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Tuesday, May 28, 2013

I Love Joss Whedon; I Want More Firefly

I just finished rereading Joss Whedon: The Genius Behind Buffy, Creator of ... Firefly and am even more enamored with Whedon than before. I've got multicolored tabs looking like four layers of fringe sticking from all three unbound edges of most of the 171 pages of this book.

Afterward I handwrote the best from my flagging efforts and further distilled those 4.5 double-sided pages by underlining the best of the best. Here is my overview of that condensation:

Joss, The Person

He's incredibly smart, deeply and widely read, loves to learn, with a superior imagination. Found his true happiness/passion in writing, while finding acceptance and a place where he could be himself at college. He has both a childlike fascination with his surroundings and yet a worldly view. His own dichotomy makes him interesting. He's responsible for so much yet so generous with his time. Joss inspires loyalty. And fandom, I might add.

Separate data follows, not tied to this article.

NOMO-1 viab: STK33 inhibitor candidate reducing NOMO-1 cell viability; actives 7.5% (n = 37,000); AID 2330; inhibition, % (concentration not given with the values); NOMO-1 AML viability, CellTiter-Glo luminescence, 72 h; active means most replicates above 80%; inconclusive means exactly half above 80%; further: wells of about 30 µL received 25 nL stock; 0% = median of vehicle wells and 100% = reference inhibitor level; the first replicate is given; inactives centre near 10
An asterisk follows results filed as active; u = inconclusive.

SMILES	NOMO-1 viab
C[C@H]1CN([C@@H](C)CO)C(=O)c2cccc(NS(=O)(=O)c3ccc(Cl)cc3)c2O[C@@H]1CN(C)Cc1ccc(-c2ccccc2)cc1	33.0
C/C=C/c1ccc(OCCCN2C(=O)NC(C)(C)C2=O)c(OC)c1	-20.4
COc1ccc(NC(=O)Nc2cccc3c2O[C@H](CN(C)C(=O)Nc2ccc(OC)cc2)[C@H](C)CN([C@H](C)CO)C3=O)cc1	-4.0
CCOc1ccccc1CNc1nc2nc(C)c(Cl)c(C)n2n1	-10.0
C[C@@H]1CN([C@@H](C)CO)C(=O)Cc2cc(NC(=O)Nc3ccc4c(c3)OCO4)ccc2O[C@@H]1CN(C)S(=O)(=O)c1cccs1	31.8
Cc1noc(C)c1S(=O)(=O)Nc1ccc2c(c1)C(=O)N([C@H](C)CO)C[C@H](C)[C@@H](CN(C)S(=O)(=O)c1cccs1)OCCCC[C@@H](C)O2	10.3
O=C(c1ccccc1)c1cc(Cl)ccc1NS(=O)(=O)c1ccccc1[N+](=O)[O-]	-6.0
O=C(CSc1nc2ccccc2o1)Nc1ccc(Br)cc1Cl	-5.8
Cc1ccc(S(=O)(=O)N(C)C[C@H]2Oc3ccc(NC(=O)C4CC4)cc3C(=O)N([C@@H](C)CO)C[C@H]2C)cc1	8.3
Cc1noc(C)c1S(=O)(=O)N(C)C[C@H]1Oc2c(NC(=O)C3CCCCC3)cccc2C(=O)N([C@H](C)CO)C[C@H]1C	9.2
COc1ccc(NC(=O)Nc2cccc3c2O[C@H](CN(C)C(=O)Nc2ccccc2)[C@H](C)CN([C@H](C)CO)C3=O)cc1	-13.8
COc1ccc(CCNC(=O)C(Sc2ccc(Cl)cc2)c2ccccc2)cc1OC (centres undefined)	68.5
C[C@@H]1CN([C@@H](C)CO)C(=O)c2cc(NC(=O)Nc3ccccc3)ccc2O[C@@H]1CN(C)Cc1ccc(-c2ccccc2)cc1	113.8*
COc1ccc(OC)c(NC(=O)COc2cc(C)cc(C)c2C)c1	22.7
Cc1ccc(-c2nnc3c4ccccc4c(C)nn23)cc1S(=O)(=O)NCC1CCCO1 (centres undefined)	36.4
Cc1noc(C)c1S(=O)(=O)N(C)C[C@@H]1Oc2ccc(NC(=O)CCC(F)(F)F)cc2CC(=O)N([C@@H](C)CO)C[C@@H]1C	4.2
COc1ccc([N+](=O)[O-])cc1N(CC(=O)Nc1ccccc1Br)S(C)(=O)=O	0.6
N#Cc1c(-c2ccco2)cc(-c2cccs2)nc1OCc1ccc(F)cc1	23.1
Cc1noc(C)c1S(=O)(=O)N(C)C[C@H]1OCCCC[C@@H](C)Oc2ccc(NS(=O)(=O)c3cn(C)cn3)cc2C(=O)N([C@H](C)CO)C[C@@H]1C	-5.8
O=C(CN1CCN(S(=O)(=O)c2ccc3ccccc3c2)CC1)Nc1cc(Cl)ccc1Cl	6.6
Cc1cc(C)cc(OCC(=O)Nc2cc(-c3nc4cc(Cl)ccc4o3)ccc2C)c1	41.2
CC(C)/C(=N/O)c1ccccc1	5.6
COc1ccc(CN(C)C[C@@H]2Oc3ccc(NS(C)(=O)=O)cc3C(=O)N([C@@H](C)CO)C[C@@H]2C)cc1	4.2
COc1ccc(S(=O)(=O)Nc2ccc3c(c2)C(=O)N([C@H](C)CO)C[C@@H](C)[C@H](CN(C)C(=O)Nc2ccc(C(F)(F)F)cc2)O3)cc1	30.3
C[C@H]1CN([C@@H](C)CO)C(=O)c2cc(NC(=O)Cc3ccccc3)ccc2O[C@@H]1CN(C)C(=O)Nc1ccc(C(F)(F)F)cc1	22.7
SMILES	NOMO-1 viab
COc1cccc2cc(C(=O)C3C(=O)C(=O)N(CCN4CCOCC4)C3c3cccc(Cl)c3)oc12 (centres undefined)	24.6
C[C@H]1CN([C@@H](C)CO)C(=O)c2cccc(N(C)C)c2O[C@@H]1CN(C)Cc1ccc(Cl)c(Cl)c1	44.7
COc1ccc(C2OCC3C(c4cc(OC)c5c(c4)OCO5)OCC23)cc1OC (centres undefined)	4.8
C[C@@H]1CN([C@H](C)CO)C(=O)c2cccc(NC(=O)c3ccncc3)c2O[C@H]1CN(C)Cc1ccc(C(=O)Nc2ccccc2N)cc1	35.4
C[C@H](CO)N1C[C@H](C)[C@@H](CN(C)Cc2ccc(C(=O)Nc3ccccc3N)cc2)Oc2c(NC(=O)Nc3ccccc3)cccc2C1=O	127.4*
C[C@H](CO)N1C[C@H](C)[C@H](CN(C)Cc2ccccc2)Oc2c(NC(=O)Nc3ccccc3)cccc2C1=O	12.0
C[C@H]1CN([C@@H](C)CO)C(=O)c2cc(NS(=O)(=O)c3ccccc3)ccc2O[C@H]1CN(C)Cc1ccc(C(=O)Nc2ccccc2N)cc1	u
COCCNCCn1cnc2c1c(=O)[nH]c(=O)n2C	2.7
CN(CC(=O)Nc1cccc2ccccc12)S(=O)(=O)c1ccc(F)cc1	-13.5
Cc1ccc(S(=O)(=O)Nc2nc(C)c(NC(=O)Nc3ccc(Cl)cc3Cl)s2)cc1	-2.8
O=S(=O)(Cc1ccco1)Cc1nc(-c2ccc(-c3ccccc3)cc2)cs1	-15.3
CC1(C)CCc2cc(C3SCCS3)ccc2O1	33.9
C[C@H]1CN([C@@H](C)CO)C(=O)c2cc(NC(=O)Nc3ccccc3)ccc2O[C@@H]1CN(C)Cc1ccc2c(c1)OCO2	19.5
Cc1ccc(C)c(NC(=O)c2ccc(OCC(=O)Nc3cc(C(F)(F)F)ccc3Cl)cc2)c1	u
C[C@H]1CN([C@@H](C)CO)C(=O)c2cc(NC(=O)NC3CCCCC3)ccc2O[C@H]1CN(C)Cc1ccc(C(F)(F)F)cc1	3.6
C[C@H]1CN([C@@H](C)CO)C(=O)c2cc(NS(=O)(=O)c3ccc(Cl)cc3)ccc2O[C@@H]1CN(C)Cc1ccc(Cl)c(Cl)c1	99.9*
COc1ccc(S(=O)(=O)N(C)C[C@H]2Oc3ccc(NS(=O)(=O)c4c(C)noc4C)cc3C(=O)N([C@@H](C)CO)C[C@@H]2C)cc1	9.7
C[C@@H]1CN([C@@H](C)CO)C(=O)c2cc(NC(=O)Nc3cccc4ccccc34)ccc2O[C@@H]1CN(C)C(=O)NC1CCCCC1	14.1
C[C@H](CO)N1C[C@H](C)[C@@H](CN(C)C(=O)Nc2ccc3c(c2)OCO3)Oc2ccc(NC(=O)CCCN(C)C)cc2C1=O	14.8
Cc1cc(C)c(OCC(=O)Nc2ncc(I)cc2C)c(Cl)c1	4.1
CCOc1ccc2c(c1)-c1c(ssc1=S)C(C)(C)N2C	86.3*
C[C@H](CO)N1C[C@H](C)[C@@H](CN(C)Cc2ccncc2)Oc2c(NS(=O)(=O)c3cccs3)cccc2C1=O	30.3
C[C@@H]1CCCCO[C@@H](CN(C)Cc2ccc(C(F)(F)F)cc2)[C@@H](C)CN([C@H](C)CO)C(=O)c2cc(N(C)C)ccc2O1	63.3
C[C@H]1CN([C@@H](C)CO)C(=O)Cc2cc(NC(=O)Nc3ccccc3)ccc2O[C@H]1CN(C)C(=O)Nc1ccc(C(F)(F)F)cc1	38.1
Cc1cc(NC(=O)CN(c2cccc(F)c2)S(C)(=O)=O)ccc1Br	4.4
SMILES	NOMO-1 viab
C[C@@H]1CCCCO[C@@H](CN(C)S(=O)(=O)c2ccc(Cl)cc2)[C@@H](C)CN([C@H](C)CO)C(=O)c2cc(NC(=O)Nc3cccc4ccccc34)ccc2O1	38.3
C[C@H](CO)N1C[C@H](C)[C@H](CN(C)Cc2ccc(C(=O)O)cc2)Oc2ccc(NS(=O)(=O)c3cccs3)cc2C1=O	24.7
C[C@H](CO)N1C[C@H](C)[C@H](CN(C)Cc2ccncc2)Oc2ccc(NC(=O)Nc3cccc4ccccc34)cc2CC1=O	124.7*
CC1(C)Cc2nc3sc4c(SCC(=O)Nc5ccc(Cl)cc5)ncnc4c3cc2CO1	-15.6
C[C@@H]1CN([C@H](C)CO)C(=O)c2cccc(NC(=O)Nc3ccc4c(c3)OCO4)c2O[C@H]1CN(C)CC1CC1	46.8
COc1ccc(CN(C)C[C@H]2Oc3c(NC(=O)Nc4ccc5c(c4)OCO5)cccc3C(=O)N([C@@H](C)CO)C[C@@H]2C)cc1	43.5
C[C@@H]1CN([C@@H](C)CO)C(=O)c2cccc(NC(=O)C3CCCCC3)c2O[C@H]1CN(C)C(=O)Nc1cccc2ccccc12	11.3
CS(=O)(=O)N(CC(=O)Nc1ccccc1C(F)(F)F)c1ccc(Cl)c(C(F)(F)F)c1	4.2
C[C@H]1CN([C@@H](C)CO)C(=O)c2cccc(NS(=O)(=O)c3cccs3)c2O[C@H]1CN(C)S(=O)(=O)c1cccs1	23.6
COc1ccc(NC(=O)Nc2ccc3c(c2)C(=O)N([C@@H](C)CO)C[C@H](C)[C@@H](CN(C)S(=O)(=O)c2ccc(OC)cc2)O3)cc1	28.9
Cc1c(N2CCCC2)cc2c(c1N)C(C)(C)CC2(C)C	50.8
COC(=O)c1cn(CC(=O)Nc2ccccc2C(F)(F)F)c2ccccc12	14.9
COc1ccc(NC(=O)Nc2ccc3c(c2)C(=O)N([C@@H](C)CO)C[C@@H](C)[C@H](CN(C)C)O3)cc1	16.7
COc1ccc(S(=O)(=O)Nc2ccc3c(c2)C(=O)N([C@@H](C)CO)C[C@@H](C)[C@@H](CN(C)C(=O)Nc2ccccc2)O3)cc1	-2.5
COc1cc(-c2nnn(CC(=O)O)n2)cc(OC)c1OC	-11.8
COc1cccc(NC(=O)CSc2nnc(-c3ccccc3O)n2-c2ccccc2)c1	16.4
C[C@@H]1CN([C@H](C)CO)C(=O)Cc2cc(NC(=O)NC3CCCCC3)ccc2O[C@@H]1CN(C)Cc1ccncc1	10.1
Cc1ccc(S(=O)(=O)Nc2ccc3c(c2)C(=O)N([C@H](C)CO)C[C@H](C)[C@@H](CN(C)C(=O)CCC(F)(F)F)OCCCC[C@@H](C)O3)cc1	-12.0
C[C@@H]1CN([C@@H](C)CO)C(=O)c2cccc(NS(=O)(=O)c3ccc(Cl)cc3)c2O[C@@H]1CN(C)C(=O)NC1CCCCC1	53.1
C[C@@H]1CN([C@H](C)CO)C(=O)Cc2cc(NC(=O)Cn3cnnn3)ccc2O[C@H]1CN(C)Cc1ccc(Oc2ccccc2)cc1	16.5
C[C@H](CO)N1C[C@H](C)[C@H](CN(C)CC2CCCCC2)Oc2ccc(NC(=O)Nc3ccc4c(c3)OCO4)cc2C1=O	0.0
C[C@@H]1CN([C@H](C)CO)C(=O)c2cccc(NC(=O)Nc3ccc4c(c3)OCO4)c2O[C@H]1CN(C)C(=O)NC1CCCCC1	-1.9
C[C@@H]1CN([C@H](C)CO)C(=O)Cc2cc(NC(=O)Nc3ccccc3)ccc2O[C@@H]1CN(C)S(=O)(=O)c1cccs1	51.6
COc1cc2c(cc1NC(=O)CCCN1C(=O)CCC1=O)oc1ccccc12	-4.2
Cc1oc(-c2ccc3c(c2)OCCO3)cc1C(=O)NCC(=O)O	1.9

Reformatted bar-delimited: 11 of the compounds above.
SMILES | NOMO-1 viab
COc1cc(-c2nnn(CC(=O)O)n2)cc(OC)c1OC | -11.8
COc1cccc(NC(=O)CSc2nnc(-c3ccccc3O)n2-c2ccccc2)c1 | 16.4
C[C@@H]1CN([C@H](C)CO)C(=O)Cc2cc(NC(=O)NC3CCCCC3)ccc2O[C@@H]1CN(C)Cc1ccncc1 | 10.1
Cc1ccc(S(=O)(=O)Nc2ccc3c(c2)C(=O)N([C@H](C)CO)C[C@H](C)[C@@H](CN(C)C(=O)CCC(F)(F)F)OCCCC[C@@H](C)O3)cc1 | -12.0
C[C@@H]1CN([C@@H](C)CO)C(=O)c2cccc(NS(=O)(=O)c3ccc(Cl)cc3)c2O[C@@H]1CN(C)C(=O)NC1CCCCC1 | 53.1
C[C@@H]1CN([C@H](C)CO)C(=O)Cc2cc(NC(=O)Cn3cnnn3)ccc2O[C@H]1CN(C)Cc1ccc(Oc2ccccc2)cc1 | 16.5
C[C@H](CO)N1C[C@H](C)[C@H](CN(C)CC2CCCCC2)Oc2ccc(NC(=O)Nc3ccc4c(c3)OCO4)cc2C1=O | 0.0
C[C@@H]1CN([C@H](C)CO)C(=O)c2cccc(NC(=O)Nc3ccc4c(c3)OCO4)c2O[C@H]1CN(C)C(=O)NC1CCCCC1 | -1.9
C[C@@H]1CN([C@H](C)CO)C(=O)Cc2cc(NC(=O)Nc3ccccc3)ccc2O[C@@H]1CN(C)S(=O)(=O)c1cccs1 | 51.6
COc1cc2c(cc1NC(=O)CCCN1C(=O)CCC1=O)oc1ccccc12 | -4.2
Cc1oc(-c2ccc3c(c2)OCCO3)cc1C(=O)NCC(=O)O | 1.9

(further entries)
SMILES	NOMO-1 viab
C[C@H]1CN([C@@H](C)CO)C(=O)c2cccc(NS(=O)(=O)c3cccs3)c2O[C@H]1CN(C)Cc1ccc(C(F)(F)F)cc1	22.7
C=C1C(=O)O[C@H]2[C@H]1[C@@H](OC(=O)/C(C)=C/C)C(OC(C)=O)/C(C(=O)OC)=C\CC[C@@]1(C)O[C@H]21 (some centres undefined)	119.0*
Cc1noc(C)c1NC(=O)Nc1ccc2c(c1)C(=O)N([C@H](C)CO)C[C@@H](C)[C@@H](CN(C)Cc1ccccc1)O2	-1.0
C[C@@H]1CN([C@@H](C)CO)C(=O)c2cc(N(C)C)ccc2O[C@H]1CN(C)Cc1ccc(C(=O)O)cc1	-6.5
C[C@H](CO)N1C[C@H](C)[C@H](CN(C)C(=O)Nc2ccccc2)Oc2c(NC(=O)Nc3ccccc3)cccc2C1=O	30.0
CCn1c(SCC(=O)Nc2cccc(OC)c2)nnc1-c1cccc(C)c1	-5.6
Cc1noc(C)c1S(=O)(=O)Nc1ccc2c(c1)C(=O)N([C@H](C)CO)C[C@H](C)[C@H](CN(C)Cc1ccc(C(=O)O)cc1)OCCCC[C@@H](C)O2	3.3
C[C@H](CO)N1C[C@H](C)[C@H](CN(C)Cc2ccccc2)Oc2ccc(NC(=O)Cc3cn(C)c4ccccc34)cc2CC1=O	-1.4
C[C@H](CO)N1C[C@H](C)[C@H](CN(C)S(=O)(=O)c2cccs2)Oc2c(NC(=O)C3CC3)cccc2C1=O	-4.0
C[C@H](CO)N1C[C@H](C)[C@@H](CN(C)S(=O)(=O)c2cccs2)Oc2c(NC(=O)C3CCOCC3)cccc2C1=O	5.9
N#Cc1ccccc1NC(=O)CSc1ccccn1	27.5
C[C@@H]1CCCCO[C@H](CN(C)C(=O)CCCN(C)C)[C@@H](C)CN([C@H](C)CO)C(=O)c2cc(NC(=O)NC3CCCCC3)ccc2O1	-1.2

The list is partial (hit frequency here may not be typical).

His honesty pulls me to him. He calls a bomb of a movie a bomb. He has been known to tell people in his script-doctoring days that this script doesn't need doctoring, it needs to not be done period. He's not afraid to address run-ins he's had with various people.

IMO, he stands tall.

Joss, The Genre-Buster

He has created new genres by mixing and blending his faves. He loves sci-fi; he loves Westerns; it follows that he would blend the two (and more) into Firefly. Supposedly NYPD Blue had three genres in its makeup, but Joss upped his own mix to be four for his Buffy series, combining horror, action, comedy and heart-wrenching emotional drama. When well balanced, the seasons were accepted readily by the fans. When too darkshowing a definite imbalancethe fans were not as connected to the characters.